On August 24, 2021, the Department of Education issued new Title IX guidance that addressed a lingering issue created by the Department’s 2020 Title IX regulations. Specifically, confusion arose from that portion of the regulations prohibiting Title IX decisionmakers from relying upon any “statement” made by parties who were not subjected to cross-examination during the disciplinary hearing. That regulation, in relevant part, states: “If a party or witness does not submit to cross-examination at the live hearing, the decision-maker(s) must not rely on any statement of that party or witness in reaching a determination regarding responsibility[.]” 34 C.F.R. § 106.45(b)(6)(i).
Because the 2020 regulations make clear that parties and witnesses cannot be compelled to participate in any such hearing, this provision potentially allowed a party who during the investigation process made admissions of potential culpability, or the potential absence of responsibility, to block consideration of those admissions by choosing not to submit to cross-examination. Since text exchanges, e-mails, statements provided to campus safety officials or healthcare providers, and similar pre-hearing statements are often key pieces of evidence, this provision clearly impacted the manner in which the hearings proceeded.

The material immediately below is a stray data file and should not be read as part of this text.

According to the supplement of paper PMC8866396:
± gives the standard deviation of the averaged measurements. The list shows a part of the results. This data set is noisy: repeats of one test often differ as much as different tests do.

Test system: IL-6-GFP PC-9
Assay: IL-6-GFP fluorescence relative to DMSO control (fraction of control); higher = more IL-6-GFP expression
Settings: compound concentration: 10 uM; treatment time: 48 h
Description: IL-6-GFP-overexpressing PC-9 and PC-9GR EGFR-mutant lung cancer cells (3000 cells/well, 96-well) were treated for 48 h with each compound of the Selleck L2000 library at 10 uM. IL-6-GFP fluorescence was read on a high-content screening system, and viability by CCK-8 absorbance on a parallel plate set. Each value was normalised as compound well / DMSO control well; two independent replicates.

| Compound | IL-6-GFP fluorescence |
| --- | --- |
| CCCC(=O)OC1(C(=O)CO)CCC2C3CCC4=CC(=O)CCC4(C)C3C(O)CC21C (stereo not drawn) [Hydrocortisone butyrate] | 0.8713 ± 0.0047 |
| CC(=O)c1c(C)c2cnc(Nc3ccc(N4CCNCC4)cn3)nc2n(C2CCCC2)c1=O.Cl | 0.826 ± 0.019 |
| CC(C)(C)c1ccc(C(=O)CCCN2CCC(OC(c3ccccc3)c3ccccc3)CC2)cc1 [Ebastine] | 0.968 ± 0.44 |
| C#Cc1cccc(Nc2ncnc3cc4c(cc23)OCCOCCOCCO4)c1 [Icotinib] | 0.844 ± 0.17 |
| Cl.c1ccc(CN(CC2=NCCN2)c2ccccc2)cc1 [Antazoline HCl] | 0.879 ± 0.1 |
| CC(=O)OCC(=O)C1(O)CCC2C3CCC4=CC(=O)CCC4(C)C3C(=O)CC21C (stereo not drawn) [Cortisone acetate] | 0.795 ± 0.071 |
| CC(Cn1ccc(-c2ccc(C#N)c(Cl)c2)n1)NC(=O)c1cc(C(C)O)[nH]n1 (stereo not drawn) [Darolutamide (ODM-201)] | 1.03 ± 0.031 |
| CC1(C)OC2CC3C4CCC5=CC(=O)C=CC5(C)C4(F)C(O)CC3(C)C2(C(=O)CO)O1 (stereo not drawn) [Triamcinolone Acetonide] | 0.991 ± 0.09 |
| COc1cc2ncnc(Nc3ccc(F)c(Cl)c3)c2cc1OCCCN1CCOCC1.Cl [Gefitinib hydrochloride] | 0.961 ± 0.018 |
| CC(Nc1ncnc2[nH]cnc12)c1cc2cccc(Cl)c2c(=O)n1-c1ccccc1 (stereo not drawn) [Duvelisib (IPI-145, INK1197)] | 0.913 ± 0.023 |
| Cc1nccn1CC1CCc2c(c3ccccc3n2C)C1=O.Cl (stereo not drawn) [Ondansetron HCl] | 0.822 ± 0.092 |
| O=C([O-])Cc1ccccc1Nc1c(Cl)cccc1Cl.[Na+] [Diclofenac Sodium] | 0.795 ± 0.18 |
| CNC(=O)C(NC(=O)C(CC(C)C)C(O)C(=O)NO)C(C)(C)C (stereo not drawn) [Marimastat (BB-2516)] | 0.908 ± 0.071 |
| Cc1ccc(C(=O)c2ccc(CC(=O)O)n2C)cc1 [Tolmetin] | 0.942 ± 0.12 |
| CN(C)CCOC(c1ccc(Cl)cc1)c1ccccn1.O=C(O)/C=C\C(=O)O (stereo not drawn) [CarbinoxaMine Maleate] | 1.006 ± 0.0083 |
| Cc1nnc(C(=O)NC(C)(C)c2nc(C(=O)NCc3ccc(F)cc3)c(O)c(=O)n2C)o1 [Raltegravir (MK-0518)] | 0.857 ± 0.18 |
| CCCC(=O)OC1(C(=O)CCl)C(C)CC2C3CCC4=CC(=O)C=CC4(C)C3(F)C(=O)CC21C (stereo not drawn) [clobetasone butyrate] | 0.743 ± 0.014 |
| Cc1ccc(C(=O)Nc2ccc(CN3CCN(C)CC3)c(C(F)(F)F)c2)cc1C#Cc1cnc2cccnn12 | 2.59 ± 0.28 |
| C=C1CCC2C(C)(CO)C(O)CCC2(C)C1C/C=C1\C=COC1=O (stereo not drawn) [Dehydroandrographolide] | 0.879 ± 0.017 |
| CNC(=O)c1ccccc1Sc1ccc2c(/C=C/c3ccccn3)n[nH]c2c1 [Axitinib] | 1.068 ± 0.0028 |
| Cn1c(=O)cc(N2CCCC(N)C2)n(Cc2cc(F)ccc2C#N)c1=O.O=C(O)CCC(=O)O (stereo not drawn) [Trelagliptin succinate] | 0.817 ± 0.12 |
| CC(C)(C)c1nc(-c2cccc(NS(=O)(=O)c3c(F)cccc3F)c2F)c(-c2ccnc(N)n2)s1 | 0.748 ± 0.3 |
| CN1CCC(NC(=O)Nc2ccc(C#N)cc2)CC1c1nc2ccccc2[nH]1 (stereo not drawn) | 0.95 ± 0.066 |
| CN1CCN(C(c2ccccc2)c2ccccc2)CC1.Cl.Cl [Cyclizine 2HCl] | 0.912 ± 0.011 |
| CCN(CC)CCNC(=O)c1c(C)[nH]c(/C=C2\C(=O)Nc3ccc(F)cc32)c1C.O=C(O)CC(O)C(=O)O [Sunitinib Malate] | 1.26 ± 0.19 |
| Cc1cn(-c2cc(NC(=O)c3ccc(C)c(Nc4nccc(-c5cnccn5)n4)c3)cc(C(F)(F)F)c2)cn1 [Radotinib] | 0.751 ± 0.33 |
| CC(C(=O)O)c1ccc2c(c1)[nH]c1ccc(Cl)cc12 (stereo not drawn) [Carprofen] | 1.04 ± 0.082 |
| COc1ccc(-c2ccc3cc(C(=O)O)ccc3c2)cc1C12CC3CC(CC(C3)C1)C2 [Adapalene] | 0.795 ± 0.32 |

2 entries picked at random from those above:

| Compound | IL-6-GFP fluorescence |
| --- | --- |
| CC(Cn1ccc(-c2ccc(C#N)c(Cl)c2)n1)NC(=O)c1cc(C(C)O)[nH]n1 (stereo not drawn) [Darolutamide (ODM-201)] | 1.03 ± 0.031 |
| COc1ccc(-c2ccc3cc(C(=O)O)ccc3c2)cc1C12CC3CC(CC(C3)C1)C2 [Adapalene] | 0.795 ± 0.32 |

In a July 28 decision, Judge William G. Young of the District of Massachusetts declared this prohibition arbitrary and capricious, and remanded the matter to the Department for further consideration. See Victim Rights Law Center v. Cardona, Civil Action No. 20-cv-11104 (D. Mass. July 28, 2021).
The Department has, in response, issued new guidance, as of August 24, 2021. In that guidance the Department announced it will immediately cease enforcing the prohibition on considering statements made by witnesses or parties who do not subject themselves to cross-examination.
Key takeaways include:
The full text of the Department’s August 24, 2021 guidance is available here. Ward Greenberg continues to monitor the ever-changing Title IX landscape for its higher education clients.